Pop Art was a frivolous flash in cultural pan – until it wasn’t.  

Not ahead of its time but it did predict that the mundane and lightweight would be revered.  It was summed up by Andy Warhol with the words:

The irony is delicious – a disposable artform standing the test of time.

I’d love to see a Pop Art portrait of Andy Warhol as Nostradamus.

I wish Warhol could have seen it today – seen his own words come true in a much bigger way than he might have imagined.

Now, we have fame in 6 seconds thanks to Vine.

And fame in a single frame thanks to Instagram.  The selfie and the individual’s ability to publish anything and potentially reach everyone in the world is the evolution of Warhol’s prediction about fame.

Yep – that’s James Franco doing a selfie…             & a baby faux selfie…             & the sexy trout pout.

Pop Art grew out of the infancy of mass consumer media and had its roots in Dada

The celebration of the absurd. 

Mocking itself and the audience.

At the same time, finding the art in the everyday.

Marcel Duchamp’s Mou-na Lisa  (not the real title – I just prefer it.)

One favourite Dada example is Man Ray’s ‘Iron’.  A common, artless household item was rendered useless by adding nails while making a statement about the uselessness of useful items in terms of artistic merit.  It also elevated the humble iron into an artwork by adding nails.  Hey, it worked for Jesus, too.

Man ray’s Iron – actual title ‘Cadeau’

Man Ray mocked household items being elevated in advertising as the greatest joy of the wife and mother – the perfect gift on any occasion and a symbol of an easier life.  It more accurately echoes the chilling motto above the gate to the main camp of Auschwitz translated is ‘Work Makes One Free’.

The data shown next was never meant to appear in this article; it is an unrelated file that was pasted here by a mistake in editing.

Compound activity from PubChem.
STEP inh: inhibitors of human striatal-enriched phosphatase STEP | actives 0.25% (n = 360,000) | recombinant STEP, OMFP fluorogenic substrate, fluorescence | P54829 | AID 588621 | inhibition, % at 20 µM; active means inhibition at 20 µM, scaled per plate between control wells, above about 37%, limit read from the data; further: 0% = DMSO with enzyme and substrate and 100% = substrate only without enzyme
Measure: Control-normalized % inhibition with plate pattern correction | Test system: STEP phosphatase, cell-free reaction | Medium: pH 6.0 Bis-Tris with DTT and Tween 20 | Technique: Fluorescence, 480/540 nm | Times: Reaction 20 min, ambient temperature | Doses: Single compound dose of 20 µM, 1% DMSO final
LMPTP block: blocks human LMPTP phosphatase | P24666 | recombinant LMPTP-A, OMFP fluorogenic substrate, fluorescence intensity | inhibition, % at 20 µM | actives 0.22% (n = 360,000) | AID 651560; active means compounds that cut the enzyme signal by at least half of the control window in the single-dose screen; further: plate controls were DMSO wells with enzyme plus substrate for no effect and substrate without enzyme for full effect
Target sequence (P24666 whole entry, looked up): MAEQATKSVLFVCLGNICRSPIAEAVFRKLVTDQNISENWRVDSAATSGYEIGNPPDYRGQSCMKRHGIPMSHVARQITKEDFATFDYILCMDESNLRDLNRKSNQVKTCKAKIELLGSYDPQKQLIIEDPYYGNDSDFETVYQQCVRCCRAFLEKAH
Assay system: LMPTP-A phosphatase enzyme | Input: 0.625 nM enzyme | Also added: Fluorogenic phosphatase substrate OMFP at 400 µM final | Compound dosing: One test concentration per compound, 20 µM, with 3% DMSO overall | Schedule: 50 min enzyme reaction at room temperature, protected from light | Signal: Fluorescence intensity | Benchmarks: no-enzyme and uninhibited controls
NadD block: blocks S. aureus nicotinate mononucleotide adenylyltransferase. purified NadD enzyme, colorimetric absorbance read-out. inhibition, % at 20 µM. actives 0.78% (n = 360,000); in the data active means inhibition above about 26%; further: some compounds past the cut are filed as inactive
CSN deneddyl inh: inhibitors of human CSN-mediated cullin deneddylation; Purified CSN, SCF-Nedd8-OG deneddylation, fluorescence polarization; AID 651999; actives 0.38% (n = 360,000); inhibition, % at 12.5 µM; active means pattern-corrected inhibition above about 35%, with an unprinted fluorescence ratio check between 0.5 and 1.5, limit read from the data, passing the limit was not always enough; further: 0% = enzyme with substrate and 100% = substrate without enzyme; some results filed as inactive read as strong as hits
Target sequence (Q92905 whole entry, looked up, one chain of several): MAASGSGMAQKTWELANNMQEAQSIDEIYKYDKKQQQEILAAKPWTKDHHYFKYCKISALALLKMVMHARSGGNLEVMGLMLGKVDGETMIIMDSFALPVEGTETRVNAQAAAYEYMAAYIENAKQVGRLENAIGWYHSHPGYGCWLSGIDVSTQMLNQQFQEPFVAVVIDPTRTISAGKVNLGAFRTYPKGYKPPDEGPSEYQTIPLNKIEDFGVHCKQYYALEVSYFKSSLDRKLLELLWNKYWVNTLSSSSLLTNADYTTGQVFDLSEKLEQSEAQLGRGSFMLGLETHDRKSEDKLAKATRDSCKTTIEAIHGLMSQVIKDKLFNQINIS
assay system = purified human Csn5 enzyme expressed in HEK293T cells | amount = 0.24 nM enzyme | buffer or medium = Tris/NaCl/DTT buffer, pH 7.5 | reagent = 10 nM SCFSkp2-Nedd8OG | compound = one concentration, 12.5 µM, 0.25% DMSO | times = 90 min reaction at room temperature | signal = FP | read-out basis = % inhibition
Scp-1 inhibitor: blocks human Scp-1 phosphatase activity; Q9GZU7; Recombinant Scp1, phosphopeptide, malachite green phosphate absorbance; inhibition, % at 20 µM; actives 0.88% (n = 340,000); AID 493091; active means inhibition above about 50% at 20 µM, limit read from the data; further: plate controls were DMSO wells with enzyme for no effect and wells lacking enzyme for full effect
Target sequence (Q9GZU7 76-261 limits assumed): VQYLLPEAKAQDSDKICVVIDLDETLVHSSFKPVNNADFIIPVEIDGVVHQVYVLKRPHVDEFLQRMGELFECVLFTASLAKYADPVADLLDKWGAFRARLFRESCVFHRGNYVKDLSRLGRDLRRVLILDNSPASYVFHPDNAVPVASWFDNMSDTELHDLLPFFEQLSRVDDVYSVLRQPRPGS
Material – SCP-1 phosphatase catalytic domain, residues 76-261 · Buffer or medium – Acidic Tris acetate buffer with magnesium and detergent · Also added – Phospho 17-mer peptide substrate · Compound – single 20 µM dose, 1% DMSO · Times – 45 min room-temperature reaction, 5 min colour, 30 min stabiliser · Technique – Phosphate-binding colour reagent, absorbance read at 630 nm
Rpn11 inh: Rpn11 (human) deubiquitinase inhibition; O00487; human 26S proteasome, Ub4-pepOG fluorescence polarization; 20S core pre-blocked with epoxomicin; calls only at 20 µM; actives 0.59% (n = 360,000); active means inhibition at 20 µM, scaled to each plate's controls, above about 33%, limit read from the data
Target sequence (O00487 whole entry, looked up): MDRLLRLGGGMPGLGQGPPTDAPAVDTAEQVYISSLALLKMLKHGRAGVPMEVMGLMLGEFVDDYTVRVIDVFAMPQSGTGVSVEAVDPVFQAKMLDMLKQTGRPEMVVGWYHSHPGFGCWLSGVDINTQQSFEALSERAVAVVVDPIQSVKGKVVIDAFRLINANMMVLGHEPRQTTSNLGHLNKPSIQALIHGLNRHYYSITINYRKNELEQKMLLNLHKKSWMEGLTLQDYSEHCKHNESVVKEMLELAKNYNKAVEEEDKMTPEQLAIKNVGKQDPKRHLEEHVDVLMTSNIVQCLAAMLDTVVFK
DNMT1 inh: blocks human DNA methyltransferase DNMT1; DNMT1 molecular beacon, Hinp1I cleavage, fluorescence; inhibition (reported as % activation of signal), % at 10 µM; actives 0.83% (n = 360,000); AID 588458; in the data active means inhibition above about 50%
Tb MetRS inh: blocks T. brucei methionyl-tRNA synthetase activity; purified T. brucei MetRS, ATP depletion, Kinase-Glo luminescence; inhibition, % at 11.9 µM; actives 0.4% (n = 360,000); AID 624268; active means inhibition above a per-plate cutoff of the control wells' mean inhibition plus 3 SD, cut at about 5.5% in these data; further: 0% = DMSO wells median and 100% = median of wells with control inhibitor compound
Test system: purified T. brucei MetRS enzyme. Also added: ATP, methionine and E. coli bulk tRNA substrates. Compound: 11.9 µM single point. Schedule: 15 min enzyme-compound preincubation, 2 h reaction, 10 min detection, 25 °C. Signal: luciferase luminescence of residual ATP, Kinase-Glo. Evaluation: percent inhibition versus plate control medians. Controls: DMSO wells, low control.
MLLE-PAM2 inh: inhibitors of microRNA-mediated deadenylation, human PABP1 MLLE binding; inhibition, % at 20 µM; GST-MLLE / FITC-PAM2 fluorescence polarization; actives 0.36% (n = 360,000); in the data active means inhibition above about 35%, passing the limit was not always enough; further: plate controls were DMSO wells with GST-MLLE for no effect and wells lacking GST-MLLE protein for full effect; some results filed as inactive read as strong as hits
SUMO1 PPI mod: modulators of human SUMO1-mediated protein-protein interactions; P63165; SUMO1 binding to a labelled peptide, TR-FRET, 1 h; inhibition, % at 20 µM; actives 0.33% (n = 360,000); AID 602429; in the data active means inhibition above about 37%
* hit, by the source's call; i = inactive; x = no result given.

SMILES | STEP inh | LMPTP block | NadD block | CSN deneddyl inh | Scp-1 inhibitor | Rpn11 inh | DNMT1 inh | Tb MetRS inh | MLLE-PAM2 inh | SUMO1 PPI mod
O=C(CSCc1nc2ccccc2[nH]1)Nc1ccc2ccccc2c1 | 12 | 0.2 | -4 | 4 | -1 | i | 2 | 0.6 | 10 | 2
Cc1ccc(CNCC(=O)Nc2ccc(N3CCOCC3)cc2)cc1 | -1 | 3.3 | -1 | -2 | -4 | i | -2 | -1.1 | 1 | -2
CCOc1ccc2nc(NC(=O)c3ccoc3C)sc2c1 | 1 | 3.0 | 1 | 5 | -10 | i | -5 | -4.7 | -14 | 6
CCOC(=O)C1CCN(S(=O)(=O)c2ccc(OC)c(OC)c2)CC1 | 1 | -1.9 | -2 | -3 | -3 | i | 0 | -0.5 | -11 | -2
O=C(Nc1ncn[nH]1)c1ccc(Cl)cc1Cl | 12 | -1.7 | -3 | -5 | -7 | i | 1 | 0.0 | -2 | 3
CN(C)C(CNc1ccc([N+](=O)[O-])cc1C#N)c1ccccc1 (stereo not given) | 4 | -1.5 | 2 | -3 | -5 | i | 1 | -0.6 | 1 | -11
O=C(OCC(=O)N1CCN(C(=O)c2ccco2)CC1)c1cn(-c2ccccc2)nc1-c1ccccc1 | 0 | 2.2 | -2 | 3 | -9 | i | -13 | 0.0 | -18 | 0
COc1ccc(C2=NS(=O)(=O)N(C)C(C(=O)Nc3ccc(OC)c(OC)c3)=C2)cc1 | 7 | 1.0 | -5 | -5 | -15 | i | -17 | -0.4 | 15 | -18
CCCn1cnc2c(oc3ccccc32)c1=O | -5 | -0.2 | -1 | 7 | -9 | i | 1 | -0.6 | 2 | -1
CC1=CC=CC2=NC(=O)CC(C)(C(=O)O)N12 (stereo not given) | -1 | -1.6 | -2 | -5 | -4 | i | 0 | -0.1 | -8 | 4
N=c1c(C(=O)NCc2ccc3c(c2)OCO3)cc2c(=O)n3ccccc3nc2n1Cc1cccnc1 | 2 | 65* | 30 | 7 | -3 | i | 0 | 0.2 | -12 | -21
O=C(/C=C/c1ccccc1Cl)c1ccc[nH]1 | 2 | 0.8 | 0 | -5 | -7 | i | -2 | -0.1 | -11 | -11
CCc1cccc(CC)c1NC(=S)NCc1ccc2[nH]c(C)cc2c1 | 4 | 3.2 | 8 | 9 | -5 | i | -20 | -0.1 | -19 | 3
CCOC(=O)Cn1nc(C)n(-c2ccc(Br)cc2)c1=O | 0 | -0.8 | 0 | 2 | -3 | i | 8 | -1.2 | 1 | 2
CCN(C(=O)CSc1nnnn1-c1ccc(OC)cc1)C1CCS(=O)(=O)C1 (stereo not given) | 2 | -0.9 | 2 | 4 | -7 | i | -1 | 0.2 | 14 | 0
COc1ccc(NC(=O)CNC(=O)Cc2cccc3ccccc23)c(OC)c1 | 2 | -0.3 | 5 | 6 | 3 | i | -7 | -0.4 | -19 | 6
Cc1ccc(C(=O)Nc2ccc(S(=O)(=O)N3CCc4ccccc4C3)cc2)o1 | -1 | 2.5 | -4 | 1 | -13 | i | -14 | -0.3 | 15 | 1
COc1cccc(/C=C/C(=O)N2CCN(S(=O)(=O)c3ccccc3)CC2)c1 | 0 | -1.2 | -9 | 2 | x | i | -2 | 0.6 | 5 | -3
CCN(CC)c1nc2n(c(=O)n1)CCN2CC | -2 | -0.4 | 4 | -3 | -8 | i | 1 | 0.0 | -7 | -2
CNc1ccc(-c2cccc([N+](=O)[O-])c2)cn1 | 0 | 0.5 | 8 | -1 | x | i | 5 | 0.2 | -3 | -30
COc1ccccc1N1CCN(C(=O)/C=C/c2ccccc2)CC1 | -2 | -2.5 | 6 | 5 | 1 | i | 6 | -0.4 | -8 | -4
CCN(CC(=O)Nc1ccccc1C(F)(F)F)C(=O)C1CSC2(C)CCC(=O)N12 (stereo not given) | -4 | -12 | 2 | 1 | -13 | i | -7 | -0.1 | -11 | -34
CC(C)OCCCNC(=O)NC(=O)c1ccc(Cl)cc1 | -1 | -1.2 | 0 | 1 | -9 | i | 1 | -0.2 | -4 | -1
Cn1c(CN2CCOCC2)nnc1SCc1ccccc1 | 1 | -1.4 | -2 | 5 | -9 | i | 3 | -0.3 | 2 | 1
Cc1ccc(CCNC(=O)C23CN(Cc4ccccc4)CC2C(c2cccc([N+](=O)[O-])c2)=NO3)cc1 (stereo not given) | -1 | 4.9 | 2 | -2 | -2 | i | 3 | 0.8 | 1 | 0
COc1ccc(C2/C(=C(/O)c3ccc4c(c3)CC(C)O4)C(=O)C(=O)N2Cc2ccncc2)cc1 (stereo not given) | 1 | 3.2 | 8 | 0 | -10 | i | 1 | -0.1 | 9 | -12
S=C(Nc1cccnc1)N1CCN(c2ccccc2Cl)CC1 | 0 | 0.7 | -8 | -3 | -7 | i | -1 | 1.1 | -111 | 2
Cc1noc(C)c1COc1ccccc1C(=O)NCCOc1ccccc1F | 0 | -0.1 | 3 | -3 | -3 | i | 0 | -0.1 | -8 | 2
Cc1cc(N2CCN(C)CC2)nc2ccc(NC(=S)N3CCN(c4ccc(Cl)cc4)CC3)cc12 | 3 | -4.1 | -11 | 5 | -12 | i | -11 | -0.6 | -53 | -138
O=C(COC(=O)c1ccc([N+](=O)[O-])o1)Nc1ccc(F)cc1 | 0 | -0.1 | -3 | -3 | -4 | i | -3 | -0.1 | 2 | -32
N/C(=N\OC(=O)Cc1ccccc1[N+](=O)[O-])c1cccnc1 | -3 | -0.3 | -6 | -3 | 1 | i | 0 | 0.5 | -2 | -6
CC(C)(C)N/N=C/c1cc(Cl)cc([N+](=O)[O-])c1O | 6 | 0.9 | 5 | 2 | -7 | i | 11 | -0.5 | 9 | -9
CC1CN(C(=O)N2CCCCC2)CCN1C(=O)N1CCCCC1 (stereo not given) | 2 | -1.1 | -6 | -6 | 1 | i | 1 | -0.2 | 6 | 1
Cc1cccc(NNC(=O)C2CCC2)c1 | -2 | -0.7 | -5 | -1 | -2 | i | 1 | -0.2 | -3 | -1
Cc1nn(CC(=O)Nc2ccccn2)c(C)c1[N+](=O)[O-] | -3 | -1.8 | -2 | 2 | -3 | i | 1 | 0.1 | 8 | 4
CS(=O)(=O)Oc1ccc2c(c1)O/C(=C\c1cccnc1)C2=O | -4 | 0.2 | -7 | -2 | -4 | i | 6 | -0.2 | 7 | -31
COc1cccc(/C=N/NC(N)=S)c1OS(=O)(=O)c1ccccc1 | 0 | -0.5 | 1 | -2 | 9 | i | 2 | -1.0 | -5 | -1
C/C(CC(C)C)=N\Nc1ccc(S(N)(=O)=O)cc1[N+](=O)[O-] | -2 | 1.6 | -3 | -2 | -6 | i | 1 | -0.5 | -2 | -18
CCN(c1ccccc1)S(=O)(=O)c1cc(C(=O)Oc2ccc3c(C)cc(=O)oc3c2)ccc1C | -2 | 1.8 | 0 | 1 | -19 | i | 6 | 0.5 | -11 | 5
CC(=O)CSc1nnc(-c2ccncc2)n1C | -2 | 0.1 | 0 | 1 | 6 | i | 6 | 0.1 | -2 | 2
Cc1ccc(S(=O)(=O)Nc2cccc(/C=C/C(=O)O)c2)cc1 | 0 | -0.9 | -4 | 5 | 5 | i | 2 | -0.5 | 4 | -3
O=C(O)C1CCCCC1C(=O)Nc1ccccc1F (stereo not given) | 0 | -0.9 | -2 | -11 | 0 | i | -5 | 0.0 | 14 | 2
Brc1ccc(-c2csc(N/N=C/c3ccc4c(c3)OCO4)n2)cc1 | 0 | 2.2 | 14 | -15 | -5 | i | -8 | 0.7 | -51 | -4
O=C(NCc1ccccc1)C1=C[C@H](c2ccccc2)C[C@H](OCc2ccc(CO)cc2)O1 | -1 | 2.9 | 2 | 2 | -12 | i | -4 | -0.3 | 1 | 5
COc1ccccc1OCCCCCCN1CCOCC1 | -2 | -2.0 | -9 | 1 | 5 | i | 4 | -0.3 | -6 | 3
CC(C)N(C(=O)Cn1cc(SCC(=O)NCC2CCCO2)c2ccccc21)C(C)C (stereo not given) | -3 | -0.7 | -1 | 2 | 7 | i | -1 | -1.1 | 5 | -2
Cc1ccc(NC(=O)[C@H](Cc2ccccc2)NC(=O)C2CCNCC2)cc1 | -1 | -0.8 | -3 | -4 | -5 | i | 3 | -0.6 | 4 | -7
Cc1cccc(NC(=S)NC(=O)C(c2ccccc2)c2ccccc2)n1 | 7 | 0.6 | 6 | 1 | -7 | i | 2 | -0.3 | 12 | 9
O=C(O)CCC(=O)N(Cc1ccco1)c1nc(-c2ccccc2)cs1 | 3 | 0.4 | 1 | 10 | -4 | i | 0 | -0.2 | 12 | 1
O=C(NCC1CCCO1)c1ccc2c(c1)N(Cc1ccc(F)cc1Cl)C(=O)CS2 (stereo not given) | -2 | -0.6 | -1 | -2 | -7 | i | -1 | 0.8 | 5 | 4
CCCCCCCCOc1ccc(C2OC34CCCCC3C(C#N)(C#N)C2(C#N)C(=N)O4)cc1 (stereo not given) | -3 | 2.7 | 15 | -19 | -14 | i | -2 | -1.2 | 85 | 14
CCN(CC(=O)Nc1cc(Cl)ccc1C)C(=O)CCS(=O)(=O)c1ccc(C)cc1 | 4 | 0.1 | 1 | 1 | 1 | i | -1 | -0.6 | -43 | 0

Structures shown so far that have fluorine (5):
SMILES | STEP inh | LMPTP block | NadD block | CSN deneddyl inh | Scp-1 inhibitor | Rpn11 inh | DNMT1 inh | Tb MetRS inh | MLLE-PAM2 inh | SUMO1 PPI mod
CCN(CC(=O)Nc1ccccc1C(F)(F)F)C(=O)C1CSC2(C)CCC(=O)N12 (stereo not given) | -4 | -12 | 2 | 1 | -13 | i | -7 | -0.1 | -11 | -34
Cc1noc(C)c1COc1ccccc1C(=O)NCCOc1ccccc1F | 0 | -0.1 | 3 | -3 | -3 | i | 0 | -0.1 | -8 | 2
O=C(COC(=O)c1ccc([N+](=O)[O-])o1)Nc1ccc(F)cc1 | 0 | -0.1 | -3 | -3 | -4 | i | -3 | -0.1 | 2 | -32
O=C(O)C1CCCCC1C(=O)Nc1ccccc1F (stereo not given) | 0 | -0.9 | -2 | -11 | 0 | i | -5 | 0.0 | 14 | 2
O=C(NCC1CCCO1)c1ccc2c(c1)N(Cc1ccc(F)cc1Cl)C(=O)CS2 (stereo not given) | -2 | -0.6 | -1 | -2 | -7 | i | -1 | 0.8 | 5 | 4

The mundane, repetitive nature of housework that has to be done and re-done with little appreciation and no financial reward isn’t that different to the work / reward ratio of slavery.  Where was the paypacket for a traditional housewife?  The 50s, 60s and 70s saw truly vile advertising creating false images of women happily obsessed with housework and all the new fandangled gadgets that made them ‘free’.

Utter crap.

Before the Vietnam War was brought into living rooms thanks to TV, WW2 was manipulated in newsreels.  And all wars preceding WW2 were shrouded in myth and legend – the stuff of adventure and becoming a ‘man’.  Kids lied about their age to join up, be a soldier and enjoy the life that the manipulated stories of war glory promised since the dawn of time.

Like most things, the reality of war was and is quite different.

Pop Art celebrated and satirized the lightweight, the dumbing down of art, the false image of advertising as art and mass media as the method for consumers to access to the madness.

In Australia, 1965, artist John Brown created Hallelujah! 

Upon public exhibition, he was arrested, convicted of obscenity and sentenced to 6 months hard labour. 

This was later commuted to a fine of $20.  50 years later, his artwork contains nothing we don’t see in mass media or graffiti in any public place.

Hallelujah indeed.

Pop Art is still around and a lot more heavyweight than its twee beginnings.  As a movement, it continues to exist and remain influential not only in the revered galleries of the art world but in the very thing it was mocking and exploiting from the start.

Mass media. 

Mass consumerism. 

The 7 deadly sins and in particular, the sin of vanity. 

Get a feel for this art style at the Art Gallery Of NSW where Australia’s biggest ever Pop Art exhibition is on now until early 2015.  Pop To Popism features works gathered from 35 international museums and private collections.                 

Is Pop Art any good?
Is it meant to be?
Does it matter?
Or is it like beauty?
Art is in the eye of the beholder.